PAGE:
horses,” he added. “Not like in Jamaica. We got those horses —
they’re mules.”

His friend Christine Reeves, 56,
credited Taylor for getting her into horse-racing — though, with a
betting guide in hand, she said she only “sometimes” trusts his
judgements on what horses to bet on.

“I’m still
not fully into it,” Reeves said. “Because I don’t like the gambling
part. But I like to see what’s going on.”

Christine Reeves said she likes
the horses more than the betting.

Haidee Chu/THE

Others in the sparse crowd were also said they
were there for the horses, not the betting, including. That
included a man who sat nearby at a bench closer to the track and
declined to be named because he “snuck out of work to be here and
my wife doesn’t know.” That 55-year-old spectator and Brooklyn
native said that he’s eager to see Belmont Park

“I love Belmont because this is not
my cup of tea,” said the man, who called Aqueduct a “hardcore”
racetrack. “If you go to Belmont, even before they do the
construction, you’ll never come back … It’s all grass, trees,
televisions. You can bring the kids and grandkids. The atmosphere
is completely different.”

The man recalled that
he was 17 years old when he snuck out of high school to visit
Aqueduct for the first time, along with a friend whose father owned
horses. “And I’ve been hooked ever since,” he

He loved horses so much, he said,
that his wife and two sons gifted him 1% ownership of a horse for
his birthday last year. His face beamed with pride as he recalled
flying down to Gulfstream Park in Florida to watch his horse race —
and win.

“We went in the winner’s circle,” he
said as the horses and jockeys entered the final lap of the first
race at Aqueduct. He continued: “Thirty years of horse racing and I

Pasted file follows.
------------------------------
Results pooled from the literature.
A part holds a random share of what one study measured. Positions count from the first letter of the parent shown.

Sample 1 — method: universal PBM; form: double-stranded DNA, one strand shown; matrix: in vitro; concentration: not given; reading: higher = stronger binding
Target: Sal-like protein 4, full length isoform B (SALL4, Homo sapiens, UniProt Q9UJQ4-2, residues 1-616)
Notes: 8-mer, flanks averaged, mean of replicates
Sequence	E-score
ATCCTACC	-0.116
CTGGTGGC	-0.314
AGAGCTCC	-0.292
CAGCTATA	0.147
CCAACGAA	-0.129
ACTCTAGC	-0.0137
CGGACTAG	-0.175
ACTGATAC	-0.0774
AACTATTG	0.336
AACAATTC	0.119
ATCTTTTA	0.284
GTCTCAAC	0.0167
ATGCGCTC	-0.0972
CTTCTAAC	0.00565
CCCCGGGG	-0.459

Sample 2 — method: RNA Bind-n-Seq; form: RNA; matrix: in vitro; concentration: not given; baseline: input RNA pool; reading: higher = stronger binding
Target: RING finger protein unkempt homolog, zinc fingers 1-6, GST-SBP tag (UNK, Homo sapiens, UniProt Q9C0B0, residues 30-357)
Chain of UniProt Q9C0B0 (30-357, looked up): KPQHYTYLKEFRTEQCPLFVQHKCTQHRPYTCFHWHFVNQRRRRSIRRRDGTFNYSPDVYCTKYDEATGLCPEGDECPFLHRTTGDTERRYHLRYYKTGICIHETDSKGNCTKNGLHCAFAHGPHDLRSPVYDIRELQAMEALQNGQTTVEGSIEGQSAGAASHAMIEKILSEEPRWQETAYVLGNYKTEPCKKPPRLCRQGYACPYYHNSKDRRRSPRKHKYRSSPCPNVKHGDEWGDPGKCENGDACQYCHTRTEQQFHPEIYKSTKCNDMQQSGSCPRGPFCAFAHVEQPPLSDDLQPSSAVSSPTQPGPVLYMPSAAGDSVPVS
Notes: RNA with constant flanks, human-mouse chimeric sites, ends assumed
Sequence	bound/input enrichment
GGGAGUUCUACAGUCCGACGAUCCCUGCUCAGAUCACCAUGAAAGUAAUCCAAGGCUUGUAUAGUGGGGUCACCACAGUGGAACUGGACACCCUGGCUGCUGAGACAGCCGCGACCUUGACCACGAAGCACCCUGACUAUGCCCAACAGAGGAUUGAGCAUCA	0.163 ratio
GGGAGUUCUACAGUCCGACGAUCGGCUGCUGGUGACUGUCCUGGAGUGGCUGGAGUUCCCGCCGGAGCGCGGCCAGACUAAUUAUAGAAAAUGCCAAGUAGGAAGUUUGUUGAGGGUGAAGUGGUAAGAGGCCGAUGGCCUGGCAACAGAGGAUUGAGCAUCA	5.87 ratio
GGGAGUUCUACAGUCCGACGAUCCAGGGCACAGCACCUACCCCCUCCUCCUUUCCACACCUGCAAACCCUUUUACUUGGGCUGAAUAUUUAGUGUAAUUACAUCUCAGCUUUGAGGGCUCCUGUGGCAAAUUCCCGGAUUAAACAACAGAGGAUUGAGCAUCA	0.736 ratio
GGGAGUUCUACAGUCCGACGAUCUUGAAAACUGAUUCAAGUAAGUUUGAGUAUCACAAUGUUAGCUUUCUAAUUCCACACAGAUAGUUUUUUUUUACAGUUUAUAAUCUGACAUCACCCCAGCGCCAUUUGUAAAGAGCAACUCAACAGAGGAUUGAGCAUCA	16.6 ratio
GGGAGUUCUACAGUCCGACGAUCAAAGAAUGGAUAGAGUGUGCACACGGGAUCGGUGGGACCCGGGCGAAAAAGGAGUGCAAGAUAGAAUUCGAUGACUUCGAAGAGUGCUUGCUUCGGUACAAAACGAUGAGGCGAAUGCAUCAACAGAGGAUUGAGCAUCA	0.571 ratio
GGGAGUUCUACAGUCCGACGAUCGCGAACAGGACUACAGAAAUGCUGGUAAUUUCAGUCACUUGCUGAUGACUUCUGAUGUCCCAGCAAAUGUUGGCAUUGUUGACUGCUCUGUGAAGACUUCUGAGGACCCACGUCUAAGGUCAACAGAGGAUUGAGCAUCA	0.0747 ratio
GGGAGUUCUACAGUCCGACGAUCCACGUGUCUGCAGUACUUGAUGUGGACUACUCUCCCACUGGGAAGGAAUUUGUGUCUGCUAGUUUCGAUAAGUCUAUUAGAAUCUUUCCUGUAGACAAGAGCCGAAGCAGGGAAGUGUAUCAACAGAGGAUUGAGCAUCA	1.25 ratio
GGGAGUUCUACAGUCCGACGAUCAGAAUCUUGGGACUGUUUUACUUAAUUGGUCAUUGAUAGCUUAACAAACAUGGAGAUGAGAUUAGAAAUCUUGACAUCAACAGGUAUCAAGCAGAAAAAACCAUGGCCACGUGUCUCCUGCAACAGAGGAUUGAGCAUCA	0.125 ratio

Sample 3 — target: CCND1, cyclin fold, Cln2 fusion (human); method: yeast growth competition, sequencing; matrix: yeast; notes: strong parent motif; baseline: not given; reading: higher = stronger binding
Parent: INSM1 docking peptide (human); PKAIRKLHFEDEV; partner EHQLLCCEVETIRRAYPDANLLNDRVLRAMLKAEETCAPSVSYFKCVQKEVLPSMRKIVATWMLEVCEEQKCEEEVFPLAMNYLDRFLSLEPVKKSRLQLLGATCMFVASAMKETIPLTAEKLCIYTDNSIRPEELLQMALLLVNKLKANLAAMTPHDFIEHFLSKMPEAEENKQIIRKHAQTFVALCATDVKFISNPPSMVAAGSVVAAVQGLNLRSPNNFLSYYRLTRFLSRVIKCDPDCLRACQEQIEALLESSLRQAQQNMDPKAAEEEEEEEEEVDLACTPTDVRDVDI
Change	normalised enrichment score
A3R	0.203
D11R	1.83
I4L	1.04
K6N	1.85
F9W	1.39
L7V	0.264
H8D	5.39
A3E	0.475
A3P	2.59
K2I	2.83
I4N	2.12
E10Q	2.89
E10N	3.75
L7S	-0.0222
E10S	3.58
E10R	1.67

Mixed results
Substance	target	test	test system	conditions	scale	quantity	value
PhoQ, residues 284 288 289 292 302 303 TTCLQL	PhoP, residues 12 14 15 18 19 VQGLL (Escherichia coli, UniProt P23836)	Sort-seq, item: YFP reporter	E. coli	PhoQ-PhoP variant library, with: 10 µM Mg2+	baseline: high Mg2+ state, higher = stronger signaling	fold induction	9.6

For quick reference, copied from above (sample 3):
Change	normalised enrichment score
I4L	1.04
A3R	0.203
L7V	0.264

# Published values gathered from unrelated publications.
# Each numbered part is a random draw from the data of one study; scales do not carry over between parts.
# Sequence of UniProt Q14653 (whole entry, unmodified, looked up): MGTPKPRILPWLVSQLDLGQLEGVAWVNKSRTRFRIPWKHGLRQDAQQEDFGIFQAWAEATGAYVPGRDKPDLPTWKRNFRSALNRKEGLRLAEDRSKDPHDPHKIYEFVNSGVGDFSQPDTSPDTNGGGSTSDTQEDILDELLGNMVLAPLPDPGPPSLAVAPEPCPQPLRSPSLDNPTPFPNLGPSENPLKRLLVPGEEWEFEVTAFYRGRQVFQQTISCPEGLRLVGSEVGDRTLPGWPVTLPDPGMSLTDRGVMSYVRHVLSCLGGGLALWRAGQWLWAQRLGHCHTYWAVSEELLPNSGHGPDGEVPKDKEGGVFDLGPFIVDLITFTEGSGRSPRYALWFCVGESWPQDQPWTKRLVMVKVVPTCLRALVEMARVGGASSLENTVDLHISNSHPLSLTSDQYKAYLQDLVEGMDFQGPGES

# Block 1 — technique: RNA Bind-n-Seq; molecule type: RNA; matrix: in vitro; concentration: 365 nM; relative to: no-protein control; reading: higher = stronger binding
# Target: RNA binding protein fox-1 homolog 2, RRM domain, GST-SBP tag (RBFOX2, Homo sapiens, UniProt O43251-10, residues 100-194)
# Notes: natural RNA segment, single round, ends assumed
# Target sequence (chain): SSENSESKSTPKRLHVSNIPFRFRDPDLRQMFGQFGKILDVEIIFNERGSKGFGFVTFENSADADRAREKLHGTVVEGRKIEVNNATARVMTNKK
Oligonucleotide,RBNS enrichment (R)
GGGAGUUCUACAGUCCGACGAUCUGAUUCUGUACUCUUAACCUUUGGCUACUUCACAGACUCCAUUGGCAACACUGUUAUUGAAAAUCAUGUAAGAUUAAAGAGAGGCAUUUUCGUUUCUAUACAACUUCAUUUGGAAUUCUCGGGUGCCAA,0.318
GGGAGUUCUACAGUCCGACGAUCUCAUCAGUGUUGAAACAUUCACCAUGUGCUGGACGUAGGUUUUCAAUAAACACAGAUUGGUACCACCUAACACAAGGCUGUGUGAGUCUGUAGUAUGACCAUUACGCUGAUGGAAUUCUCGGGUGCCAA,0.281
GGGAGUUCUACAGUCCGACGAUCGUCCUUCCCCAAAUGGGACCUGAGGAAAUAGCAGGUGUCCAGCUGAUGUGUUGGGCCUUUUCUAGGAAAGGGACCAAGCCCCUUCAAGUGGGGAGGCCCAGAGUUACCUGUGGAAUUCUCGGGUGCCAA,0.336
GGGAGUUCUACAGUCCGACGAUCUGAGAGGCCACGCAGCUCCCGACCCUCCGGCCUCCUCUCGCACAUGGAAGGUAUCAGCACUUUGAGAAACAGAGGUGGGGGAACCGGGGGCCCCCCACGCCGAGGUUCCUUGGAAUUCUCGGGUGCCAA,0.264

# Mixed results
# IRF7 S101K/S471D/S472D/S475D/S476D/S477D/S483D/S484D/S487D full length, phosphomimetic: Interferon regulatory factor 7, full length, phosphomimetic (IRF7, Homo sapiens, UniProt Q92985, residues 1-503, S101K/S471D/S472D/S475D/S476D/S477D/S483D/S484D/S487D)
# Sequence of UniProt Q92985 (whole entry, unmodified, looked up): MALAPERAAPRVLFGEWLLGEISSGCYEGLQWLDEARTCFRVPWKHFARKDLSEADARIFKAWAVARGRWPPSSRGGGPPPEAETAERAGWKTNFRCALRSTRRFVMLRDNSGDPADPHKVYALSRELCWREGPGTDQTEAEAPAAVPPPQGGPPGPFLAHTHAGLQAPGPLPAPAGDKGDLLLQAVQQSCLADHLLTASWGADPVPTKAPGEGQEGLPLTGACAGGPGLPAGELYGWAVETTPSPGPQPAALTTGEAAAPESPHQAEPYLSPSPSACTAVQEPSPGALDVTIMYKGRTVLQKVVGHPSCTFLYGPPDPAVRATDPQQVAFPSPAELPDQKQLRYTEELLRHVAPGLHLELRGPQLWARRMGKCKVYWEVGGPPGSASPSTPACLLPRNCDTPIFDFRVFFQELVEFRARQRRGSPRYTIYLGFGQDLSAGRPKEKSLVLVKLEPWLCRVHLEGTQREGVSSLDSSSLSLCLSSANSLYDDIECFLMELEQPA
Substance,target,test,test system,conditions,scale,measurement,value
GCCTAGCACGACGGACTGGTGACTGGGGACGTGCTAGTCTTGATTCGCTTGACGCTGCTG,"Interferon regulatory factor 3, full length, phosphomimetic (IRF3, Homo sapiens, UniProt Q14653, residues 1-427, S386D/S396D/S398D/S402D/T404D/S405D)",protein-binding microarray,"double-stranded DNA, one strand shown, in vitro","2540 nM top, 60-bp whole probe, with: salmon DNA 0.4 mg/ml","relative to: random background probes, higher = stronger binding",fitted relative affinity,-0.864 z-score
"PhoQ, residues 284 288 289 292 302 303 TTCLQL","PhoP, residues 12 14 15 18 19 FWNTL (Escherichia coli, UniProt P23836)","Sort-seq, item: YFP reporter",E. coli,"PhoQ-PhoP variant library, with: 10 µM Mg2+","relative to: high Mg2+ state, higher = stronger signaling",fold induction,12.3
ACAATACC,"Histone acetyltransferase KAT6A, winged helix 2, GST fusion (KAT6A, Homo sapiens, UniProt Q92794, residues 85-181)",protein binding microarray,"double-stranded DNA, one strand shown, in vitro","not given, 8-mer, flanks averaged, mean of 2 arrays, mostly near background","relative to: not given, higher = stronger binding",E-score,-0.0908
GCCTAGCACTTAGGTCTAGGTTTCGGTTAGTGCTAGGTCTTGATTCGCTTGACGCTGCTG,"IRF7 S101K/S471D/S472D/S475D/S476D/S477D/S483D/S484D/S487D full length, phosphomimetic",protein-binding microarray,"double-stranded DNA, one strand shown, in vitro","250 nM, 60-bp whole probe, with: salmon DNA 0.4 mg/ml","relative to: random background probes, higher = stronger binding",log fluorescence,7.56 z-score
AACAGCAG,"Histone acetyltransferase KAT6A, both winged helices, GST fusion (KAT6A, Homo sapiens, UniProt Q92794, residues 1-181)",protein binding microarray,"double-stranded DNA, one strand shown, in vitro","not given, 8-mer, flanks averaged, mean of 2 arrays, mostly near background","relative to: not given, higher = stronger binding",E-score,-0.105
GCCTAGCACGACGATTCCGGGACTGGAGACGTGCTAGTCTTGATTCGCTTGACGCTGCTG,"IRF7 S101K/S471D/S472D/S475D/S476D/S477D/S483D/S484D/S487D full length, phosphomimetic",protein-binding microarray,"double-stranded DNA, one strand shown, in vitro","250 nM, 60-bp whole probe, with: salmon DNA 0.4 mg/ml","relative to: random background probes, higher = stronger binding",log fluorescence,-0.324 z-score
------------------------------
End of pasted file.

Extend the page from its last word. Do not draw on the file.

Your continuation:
never did that.”

As he spoke, patrons who had
been sitting rose from their chairs, pounding tables and flailing
their arms in the air and snapping their fingers as they encouraged
their respective horses. 

“Go, go, go,”
one man yelled. “Come on, eight,” another shouted. No. 8 (named
“​​L’Imperator”) placed  second, just behind No. 4 (“Merry
Maker”). Some betters high-fived one another while others cursed or
looked visibly deflated.

A man watches the horses on
opening day at Aqueduct.

Ben Fractenberg/THE

Wayne Lemon, 27, sat in the shade with a
neutral expression as the crowd began to settle down for the second
race. “It’s too much emotion here,” he

Lemon said he had come to
Aqueduct for the first time while he was still in college, when a
statistics professor described horse-betting as a “sport that you
can make money without losing a

He didn’t say if that advice had
borne out, but he did recall walking out of Aqueduct a few years
ago with $60,000 from a $600 bet. 

paid off my tuition, and I treated myself,” said Lemon, who wasn’t
looking forward to the end of horse races

“This is my first track, so it’s
a little shocking,” Lemon said. “But I got a lot of time to

Get THE CITY Scoop
Sign up and get the
latest stories from THE CITY delivered to your inbox each

Thank you for your submission!
Email (required)


submitting your email, you agree to our Terms and Privacy Notice. You can opt out at any time. This
site is protected by reCAPTCHA and the Google Privacy Policy and Terms
of Service